Japanese dolls

Japanese doll of a courtesan

Dolls (人形 ningyō, lit. "human form") are one of the traditional Japanese crafts.

There are various types of traditional dolls, some representing children and babies, some the imperial court, warriors and heroes, fairy-tale characters, gods and (rarely) demons, and also people of the daily life of Japanese cities. Many have a long tradition and are still made today, for household shrines, for formal gift-giving, or for festival celebrations such as Hinamatsuri, the doll festival, or Kodomo no Hi, Children's Day. Some are manufactured as a local craft, to be purchased by pilgrims as a souvenir of a temple visit or some other trip.


There may be a continuity in the making of the dogū, humanoid figures, by the ancient Jōmon culture in Japan (8000-200 BC) and in the Haniwa funerary figures of the subsequent Kofun culture (around 300-600 AD). Expert Alan Pate notes that temple records refer to the making of a grass doll to be blessed and thrown into the river at Ise Shrine in 3 BC; the custom was probably even more ancient, but it is at the root of the modern doll festival or Hinamatsuri.

In the early eleventh century, around the peak of the Heian period, several types of dolls had already been defined, as known from Lady Murasaki's novel "The Tale of Genji". Girls played with dolls and doll houses; women made protective dolls for their children or grandchildren; dolls were used in religious ceremonies, taking on the sins of a person whom they had touched.

Hōko (though not explicitly mentioned in "The Tale of Genji") were soft-bodied dolls given to young women of age and especially to pregnant women to protect both mother and unborn child.[1] Sources mentioning them by name start appearing in the Heian period, but are more apparent in the Muromachi period.[2]

Okiagari-koboshi are roly-poly toys made from papier-mâché, dating back to at least the 14th-century. They are good-luck charms and symbols of perseverance and resilience.

Probably the first professional dollmakers were temple sculptors, who used their skill to make painted wooden images of children (Saga dolls). The possibilities of this art form, using carved wood or wood composition, a shining white "skin" lacquer called gofun made from ground oystershell and glue, and textiles, were vast.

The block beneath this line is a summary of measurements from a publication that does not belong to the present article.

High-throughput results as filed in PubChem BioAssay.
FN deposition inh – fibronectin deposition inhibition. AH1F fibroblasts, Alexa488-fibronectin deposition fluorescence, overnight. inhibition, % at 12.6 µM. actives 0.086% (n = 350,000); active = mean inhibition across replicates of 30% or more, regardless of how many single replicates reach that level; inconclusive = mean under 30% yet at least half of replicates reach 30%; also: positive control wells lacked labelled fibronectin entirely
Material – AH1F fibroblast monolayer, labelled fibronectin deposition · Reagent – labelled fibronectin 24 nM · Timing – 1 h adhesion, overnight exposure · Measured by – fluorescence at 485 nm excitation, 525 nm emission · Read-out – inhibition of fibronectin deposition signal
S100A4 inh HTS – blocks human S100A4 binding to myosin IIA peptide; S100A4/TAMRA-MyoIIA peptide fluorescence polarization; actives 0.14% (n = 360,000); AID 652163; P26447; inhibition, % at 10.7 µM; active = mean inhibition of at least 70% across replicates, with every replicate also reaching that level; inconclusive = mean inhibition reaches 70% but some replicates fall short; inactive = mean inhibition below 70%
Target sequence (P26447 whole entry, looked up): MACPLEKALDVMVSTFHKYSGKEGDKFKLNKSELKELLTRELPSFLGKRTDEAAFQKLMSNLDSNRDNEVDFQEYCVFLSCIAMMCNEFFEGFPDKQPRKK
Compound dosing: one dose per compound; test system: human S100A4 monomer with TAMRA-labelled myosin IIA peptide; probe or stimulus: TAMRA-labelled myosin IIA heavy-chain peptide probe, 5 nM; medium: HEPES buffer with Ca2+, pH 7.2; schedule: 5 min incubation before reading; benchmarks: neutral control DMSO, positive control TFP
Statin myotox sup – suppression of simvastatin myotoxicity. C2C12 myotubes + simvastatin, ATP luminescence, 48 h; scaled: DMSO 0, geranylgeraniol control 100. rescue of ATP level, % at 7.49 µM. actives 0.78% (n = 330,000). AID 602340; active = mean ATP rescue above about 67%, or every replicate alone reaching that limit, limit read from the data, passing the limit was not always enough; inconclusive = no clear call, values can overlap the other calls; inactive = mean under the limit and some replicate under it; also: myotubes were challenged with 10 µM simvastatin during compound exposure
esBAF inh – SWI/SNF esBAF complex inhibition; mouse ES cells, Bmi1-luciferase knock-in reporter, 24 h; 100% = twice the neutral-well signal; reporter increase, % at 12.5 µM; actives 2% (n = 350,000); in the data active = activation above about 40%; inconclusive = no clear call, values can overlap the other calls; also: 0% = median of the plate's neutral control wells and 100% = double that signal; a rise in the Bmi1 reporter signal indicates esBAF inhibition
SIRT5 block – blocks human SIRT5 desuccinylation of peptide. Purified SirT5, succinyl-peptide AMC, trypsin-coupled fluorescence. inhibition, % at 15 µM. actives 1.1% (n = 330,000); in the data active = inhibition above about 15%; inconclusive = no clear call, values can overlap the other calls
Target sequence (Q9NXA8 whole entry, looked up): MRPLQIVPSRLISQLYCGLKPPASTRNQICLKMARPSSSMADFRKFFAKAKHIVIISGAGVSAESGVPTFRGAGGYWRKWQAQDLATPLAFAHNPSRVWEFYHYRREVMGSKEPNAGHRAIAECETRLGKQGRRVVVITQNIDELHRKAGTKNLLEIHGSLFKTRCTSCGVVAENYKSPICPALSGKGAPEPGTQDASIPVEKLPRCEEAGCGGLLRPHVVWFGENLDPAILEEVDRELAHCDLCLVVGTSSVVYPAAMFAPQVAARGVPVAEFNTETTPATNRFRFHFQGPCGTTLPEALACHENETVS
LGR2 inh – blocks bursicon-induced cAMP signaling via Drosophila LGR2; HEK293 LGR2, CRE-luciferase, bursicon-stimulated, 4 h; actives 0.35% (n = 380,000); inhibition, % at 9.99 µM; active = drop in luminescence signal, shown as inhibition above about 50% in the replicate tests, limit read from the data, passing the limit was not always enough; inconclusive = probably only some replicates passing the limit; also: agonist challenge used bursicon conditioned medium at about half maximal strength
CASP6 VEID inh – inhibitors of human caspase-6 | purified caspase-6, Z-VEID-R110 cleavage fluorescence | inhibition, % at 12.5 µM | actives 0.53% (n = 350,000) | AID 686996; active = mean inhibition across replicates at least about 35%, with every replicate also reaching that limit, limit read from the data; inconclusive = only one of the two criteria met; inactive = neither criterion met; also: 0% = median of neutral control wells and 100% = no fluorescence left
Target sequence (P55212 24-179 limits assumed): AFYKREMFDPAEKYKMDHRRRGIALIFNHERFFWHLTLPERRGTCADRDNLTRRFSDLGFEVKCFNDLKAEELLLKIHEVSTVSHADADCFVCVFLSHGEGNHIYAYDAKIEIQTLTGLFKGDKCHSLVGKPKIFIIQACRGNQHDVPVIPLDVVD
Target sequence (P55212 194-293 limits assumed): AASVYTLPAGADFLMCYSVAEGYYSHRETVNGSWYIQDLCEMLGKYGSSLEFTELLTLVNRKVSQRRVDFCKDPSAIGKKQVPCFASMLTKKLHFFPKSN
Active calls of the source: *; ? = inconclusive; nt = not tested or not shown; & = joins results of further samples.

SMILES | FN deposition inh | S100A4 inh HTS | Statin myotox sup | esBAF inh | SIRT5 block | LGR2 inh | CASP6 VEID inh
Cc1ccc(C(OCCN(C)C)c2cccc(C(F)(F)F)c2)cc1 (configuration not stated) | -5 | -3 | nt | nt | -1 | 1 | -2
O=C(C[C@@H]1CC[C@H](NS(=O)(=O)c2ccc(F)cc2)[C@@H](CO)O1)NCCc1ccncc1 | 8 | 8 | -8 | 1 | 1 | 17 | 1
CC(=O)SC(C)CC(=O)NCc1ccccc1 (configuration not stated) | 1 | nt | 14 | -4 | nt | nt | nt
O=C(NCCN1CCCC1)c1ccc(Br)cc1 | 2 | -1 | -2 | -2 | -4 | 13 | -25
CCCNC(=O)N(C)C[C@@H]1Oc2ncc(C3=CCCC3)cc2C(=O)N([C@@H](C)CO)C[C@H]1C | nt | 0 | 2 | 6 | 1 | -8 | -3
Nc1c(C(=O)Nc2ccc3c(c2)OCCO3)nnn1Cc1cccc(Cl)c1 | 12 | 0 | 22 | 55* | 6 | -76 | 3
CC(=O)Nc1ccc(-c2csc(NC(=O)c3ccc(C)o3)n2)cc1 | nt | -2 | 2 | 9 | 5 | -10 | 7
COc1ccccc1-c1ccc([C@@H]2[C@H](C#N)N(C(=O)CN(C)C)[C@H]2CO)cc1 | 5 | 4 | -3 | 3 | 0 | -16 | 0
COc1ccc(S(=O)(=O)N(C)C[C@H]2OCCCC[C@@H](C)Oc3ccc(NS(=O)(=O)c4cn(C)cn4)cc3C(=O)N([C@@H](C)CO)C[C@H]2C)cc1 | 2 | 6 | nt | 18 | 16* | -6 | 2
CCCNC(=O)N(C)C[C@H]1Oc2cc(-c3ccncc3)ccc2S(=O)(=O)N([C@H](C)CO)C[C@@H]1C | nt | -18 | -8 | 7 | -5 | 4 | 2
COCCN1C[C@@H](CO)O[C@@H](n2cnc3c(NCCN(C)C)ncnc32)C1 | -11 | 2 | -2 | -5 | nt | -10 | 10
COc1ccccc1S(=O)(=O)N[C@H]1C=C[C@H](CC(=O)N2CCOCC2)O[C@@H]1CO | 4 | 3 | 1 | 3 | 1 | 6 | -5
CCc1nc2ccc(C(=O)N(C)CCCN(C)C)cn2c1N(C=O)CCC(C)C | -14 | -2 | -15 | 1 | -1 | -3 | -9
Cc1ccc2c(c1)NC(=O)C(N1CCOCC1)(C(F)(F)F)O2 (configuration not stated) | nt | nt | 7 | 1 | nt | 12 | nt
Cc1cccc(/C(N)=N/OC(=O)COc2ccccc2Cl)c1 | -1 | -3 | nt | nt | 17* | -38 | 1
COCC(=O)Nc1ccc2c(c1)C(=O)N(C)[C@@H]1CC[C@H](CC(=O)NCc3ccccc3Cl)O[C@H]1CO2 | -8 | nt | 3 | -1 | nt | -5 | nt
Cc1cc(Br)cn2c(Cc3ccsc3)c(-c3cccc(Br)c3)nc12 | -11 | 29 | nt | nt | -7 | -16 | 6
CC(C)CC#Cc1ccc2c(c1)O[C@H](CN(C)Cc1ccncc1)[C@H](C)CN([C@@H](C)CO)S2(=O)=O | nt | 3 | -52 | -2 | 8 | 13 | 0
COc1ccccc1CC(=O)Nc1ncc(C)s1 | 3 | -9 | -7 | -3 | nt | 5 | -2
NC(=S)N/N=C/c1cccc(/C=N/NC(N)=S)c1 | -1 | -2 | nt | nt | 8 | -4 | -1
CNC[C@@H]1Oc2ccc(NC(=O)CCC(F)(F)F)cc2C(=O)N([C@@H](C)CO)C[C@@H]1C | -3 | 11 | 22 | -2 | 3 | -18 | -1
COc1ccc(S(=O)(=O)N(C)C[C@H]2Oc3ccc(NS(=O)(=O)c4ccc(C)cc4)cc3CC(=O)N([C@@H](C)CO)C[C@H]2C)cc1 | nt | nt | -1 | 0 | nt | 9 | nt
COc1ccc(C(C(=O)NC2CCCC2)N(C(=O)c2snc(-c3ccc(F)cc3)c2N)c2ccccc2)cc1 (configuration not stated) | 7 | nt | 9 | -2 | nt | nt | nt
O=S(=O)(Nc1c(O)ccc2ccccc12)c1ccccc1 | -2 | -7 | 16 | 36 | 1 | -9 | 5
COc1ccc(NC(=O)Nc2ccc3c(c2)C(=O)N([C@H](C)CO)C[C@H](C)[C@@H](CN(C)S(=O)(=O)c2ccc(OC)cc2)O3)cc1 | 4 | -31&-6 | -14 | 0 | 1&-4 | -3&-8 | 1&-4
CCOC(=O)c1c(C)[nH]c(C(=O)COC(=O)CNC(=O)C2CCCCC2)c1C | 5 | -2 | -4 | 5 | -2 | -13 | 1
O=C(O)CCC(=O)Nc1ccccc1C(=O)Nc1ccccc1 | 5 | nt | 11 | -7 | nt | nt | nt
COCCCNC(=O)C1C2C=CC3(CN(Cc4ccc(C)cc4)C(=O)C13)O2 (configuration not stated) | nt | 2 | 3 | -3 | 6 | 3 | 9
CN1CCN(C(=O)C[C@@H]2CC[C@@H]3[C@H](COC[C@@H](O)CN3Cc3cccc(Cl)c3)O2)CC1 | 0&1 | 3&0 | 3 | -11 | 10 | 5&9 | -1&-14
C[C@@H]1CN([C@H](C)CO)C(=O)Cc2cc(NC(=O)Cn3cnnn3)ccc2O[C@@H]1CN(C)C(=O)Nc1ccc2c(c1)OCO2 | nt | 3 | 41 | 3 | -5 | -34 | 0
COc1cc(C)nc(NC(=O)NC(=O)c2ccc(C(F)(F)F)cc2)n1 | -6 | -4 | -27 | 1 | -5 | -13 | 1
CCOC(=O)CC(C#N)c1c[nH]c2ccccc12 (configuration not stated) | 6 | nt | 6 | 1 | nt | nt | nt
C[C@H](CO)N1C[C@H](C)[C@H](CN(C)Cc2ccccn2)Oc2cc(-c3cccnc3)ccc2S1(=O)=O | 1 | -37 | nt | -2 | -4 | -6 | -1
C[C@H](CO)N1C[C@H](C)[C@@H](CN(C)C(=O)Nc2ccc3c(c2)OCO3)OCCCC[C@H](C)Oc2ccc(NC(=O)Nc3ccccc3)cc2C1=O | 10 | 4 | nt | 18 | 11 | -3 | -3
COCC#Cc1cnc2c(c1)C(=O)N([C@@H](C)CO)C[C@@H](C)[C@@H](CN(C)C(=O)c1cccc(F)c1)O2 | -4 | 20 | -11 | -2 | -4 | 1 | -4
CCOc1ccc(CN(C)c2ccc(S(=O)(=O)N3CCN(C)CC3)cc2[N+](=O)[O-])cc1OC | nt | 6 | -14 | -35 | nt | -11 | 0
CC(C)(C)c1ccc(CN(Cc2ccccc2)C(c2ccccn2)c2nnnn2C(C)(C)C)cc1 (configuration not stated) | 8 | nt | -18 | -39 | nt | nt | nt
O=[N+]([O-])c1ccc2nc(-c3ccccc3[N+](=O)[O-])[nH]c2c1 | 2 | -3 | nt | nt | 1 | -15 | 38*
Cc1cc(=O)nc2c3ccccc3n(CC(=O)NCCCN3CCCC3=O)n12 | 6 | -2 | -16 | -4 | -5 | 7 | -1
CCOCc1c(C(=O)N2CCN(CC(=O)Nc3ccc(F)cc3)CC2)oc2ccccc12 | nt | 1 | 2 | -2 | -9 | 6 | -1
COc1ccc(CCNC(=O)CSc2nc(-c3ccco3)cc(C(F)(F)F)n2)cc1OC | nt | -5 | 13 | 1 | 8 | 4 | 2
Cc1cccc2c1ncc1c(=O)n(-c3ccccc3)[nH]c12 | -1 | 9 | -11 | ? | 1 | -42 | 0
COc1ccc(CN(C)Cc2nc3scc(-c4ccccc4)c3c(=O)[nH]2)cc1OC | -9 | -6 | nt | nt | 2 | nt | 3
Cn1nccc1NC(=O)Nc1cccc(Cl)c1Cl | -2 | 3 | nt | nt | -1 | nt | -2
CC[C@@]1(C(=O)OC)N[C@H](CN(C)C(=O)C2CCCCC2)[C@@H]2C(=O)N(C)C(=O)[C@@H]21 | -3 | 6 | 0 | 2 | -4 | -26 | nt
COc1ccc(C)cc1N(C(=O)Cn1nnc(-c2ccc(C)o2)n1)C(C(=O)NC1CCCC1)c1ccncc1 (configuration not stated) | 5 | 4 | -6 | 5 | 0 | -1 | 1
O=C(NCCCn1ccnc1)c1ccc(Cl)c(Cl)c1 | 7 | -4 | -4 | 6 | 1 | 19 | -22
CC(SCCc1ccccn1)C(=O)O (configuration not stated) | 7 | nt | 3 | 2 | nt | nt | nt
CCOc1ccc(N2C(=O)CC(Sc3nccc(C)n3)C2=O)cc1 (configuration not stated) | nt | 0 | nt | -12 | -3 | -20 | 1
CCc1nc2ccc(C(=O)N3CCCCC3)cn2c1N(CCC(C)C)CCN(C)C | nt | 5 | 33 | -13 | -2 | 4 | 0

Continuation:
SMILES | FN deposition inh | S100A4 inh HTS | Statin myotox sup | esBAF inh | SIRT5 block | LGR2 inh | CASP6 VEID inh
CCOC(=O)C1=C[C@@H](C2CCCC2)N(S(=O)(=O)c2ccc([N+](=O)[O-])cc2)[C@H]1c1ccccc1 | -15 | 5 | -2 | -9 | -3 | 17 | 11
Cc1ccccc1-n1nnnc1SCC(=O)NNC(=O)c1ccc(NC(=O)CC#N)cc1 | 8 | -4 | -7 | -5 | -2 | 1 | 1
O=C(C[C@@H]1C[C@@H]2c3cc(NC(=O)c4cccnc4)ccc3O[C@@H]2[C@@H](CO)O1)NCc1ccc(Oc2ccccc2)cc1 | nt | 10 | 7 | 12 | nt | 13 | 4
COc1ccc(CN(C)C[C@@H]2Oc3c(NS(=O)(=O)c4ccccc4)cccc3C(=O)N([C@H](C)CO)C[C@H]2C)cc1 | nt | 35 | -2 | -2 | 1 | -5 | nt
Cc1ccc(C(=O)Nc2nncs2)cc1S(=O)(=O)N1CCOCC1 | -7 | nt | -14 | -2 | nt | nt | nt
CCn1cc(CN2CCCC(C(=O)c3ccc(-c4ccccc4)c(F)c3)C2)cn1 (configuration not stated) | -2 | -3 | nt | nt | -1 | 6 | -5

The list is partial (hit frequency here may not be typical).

During the Edo period (about 1603-1867), when Japan was closed to most trade, there developed both fine dollmakers and a market of wealthy individuals who would pay for the most beautiful doll sets for display in their homes or as valuable gifts. Sets of dolls came to include larger and more elaborate figures, and more of them. The competitive trade was eventually regulated by government, meaning that doll makers could be arrested or banished for breaking laws on materials and height.


It was during the Edo period that most of the traditional dolls developed.

Hinamatsuri dolls of the emperor and empress
Mechanical karakuri ningyō for bringing tea
Bunraku puppet during a play
Wooden kokeshi dolls

With the end of the Edo period and the advent of the modern Meiji era in the late 1800's, the art of doll-making changed as well.


  1. Pate, Alan S. (2005). Ningyo: The Art of the Japanese Doll. Singapore: Tuttle Publishing. ISBN 9781462907205.
  2. Law, Jane Marie (1997). Puppets of Nostalgia: The Life, Death and Rebirth of the Japanese "Awaji Ningy?" Tradition. Princeton, New Jersey: Princeton University Press. p. 35. ISBN 9780691604718.
  3. Tsutomu Kawamoto (June 2007). "Nishiki-e depicting Iki-ningyo". National Diet Library Newsletter (155).
  4. Louis Frédéric (2005). Japan encyclopedia. translated by Käthe Roth. Harvard University Press. p. 379. ISBN 978-0-674-01753-5.
  5. Alan Scott Pate (2008). "Iki-ningyō: Living Dolls and the Export Market". Japanese Dolls: The Fascinating World of Ningyo. Art and Design Series. Tuttle Publishing. pp. 142154. ISBN 978-4-8053-0922-3.

Further reading

Media related to Dolls from Japan at Wikimedia Commons

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